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Russia Launches First Sugar Price-Fixing Cases as Inflation Rockets

Average food prices climbed 15.9 percent, but the price of some products has risen much faster.

Russia's anti-monopoly watchdog said Friday it had launched two cases against companies suspected of colluding to artificially hike the price of sugar, as authorities step up efforts to curb rapid food price inflation.

The price of sugar jumped 40 percent in Russia last year, according to official statistics, and the watchdog said it had received a record number of consumer complaints about sugar prices this year.

The cases are the first against sugar market firms, the Federal Anti-Monopoly Service said in a statement.

Inflation has gathered pace in Russia over the last few months, following Moscow's ban on imports of many foodstuffs produced in the European Union and United States and a sharp fall in the value of the ruble.

Sugar prices in the Kaluga region to the southwest of Moscow have shot up between 40 percent and 70 percent since November alone, according to a local government statement released Thursday.

“The first case was opened on the sugar market last week in Penza. Three factories are suspected of a conspiracy to create an unjustified price for sugar,” the Federal Anti-Monopoly Service said.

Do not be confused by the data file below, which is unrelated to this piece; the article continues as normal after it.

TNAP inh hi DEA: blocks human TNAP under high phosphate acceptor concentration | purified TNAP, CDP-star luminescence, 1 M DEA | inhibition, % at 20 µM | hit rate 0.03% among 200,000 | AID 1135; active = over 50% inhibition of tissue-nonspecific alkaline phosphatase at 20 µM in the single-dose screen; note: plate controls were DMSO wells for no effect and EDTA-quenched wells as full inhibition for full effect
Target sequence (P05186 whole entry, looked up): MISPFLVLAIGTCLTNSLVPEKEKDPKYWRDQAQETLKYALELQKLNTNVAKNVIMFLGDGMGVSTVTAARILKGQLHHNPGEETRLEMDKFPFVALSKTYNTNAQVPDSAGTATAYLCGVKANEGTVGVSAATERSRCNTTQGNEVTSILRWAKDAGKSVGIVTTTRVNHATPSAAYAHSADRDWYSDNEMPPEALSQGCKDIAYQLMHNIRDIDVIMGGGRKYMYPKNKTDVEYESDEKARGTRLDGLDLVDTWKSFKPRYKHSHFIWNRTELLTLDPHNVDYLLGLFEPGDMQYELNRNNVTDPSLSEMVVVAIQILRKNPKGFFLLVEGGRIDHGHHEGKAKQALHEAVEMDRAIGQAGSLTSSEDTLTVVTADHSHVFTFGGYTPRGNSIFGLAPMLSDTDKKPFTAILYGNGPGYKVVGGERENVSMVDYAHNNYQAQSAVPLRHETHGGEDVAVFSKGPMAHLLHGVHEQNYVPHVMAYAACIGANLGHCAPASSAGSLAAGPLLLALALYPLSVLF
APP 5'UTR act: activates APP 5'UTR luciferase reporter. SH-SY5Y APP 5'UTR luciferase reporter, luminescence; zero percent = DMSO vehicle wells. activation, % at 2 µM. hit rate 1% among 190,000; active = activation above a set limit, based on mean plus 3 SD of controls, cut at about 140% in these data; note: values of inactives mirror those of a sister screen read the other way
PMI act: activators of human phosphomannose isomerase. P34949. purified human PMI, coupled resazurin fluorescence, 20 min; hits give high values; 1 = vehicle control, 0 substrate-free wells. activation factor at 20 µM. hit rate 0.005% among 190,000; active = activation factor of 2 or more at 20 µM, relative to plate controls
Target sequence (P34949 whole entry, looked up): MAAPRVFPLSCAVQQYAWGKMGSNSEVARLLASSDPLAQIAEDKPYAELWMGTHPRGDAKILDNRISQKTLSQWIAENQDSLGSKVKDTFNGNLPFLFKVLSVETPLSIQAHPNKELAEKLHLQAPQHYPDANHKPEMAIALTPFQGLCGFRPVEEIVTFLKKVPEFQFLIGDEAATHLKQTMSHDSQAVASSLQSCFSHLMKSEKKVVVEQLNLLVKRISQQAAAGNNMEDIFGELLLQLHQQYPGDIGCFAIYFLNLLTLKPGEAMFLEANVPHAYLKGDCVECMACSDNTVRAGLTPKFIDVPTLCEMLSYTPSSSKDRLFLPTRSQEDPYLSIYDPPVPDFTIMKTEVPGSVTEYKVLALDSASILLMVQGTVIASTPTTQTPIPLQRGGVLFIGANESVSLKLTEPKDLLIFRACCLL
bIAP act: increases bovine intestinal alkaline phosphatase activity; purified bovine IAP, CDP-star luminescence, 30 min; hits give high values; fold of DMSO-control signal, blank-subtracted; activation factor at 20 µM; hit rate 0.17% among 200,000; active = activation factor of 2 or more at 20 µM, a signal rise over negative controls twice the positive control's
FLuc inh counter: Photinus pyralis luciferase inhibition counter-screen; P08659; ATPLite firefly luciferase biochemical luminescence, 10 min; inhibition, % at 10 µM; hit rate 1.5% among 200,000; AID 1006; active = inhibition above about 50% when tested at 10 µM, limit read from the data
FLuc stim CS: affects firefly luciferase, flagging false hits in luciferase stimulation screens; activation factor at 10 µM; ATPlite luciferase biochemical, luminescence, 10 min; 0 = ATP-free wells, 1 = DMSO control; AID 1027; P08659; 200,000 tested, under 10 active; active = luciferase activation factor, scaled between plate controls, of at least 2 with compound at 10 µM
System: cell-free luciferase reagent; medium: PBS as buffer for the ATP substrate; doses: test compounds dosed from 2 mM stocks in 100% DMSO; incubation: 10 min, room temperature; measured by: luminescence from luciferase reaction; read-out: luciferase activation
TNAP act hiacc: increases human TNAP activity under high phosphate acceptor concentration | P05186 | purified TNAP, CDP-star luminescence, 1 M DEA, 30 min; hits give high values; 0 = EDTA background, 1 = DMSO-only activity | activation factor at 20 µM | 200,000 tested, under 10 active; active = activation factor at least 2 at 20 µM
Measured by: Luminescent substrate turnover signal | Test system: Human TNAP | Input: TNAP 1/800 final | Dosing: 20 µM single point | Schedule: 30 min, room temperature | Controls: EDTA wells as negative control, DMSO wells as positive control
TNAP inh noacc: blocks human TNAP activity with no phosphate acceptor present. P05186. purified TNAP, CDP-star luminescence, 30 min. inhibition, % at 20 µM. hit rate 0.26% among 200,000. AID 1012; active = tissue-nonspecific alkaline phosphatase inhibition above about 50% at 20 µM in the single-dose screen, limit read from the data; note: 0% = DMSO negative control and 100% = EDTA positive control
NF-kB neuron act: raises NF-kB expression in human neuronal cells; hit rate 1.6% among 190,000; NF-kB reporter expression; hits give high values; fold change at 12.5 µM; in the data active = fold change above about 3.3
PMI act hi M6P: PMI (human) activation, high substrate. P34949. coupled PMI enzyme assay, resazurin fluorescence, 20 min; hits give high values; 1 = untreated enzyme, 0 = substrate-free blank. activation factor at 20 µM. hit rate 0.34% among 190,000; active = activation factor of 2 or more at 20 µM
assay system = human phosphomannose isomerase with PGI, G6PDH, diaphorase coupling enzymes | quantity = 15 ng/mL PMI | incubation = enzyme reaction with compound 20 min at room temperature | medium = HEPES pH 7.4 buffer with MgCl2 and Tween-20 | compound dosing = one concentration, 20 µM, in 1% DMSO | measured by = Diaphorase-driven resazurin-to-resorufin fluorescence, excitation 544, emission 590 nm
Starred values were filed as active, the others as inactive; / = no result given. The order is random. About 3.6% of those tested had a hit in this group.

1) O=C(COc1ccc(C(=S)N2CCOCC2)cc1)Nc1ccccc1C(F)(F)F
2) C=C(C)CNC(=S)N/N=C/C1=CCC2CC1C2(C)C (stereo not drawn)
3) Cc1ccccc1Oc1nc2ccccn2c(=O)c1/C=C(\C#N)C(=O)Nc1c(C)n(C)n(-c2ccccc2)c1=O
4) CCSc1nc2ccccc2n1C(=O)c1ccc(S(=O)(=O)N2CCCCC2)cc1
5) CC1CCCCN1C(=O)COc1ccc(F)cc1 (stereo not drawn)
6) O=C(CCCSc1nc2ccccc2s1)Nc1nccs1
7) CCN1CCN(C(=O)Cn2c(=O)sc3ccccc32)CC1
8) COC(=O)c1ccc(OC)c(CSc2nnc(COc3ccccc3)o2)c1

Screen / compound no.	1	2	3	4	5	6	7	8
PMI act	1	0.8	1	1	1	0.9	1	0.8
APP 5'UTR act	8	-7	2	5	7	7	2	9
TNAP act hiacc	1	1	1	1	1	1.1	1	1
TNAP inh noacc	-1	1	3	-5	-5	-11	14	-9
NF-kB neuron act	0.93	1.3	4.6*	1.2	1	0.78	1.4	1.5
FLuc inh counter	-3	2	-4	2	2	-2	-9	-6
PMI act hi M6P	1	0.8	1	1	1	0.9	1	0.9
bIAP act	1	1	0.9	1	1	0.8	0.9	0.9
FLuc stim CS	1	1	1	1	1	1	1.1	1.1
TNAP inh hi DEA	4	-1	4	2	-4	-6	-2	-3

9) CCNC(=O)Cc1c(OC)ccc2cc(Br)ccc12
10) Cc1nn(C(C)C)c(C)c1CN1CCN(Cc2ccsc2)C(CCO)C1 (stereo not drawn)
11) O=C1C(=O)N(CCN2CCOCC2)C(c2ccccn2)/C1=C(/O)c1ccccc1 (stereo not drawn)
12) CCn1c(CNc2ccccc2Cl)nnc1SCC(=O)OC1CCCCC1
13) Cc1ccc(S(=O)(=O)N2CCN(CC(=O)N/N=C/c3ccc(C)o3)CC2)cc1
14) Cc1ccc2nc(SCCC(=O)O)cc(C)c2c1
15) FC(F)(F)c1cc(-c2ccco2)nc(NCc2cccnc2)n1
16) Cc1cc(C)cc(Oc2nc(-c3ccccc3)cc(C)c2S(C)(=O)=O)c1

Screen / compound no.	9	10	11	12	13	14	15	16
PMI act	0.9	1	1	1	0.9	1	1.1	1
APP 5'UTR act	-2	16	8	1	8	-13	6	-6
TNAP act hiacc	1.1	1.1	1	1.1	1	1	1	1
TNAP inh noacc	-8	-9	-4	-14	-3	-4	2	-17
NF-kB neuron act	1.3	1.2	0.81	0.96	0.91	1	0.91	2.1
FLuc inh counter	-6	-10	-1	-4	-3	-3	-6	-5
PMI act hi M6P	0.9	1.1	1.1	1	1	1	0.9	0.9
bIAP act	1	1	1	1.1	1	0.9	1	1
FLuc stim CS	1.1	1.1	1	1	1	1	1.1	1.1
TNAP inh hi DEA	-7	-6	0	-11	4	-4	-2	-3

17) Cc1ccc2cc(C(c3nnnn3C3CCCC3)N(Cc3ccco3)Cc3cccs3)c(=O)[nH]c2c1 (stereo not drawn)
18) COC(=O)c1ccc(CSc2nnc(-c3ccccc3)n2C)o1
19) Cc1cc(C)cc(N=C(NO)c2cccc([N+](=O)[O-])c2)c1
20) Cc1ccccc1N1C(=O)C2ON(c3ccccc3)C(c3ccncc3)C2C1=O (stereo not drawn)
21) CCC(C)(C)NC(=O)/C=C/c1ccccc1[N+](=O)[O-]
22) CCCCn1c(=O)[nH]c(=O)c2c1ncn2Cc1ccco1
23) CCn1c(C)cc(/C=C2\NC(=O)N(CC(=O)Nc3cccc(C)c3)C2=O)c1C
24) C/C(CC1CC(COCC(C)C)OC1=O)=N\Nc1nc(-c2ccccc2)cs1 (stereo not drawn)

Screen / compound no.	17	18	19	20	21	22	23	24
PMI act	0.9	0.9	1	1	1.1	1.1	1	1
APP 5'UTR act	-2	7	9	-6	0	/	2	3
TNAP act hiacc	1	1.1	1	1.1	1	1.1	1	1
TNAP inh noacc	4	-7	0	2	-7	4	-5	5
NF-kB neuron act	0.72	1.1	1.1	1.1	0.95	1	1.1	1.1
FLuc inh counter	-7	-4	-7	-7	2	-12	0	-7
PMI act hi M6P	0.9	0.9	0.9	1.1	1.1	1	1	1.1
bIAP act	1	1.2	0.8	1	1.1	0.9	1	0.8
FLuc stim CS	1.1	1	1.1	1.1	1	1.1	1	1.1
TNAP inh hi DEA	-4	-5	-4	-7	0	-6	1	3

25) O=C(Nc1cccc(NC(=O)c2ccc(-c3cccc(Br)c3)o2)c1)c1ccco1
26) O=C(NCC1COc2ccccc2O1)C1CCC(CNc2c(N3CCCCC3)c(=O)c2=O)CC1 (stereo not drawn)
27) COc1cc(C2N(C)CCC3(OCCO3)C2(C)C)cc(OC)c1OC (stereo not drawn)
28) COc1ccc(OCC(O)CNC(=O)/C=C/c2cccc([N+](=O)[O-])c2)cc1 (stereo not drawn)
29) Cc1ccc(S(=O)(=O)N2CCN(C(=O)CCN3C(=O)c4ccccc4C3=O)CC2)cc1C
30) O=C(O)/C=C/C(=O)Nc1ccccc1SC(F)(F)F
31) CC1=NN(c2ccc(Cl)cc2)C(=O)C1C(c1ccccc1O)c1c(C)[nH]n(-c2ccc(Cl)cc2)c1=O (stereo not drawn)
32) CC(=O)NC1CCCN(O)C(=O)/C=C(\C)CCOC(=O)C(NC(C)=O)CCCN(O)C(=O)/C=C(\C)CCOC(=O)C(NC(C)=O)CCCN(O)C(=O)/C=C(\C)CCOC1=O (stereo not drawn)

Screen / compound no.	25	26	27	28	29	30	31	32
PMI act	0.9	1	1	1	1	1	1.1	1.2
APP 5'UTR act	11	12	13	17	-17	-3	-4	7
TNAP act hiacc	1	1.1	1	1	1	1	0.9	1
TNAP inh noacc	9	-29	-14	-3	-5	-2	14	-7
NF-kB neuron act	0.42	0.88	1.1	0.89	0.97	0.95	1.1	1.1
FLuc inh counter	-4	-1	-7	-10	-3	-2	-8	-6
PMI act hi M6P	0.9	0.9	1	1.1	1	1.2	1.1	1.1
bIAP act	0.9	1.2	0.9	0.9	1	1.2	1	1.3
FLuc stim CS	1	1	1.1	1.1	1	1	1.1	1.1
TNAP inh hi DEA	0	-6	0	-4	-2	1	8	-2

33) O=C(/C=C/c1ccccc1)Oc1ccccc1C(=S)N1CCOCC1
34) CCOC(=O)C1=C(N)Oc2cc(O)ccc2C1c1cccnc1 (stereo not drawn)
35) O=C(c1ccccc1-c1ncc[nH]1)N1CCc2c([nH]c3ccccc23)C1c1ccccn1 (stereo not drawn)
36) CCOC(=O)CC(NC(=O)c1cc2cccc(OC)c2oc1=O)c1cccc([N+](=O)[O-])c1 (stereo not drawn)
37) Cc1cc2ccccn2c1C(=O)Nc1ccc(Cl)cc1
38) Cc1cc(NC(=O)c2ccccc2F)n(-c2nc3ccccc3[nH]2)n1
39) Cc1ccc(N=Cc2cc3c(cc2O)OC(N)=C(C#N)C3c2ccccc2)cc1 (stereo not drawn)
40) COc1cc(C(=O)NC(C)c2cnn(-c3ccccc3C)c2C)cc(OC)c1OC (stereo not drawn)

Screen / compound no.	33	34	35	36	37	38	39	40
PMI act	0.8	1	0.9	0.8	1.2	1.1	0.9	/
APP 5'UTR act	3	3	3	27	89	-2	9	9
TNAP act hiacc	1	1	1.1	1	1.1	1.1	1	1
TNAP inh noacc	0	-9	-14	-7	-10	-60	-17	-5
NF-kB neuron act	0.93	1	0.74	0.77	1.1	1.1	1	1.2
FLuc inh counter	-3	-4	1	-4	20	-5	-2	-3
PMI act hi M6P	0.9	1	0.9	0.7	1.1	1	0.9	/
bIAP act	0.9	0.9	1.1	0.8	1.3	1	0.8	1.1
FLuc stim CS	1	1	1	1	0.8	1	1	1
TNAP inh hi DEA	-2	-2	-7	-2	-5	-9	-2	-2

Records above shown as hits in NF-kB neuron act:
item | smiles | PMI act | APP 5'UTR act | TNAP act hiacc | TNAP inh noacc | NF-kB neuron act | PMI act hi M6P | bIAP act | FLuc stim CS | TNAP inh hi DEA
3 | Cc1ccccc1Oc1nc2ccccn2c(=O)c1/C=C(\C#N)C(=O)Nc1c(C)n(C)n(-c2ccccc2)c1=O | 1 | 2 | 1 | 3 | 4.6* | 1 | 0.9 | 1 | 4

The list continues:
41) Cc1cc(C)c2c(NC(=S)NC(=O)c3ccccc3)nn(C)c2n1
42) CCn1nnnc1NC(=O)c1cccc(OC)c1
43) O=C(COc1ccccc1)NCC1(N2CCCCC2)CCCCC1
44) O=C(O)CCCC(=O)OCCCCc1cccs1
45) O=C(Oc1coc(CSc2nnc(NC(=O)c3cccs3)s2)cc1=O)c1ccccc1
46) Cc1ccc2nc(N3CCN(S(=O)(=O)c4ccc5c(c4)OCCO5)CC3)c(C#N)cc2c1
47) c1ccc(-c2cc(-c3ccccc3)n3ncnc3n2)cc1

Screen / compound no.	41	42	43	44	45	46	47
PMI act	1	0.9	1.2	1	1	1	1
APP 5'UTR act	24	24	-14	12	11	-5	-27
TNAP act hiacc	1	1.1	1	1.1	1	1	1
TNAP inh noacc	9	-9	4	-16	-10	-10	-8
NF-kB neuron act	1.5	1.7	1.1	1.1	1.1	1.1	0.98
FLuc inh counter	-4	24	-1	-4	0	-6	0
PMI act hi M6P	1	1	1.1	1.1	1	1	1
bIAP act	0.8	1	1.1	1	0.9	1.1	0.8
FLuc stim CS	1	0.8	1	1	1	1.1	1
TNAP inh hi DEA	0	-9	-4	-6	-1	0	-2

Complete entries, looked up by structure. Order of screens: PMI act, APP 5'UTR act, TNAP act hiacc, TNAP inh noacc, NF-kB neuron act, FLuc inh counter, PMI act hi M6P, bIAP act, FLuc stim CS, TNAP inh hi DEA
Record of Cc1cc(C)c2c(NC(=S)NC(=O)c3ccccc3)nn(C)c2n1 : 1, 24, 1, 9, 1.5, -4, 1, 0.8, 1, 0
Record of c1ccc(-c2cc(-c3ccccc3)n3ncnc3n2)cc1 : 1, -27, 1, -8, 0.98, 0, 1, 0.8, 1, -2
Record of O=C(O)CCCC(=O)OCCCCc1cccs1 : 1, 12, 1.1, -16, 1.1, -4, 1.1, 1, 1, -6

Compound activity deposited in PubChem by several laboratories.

More than 10 similar cases have been opened against food companies, the watchdog said, without specifying over what time period the investigations were initiated.

If companies are found guilty of collusion to fix prices they could be fined up to 15 percent of their revenue, according to the watchdog.

Inflation in Russia hit 11.4 percent last year.

Average food prices climbed 15.9 percent, but the price of some products has risen much faster.

Russia's Prosecutor General's Office this week launched four-day wave of price checks at supermarkets nationwide. A spokesperson said Wednesday that food price increases in some places since the ban on selected food imports in August were as high as 150 percent, the TASS news agency reported.

Russian officials have said price freezes could be imposed on goods considered socially important if inflation continues to spiral.

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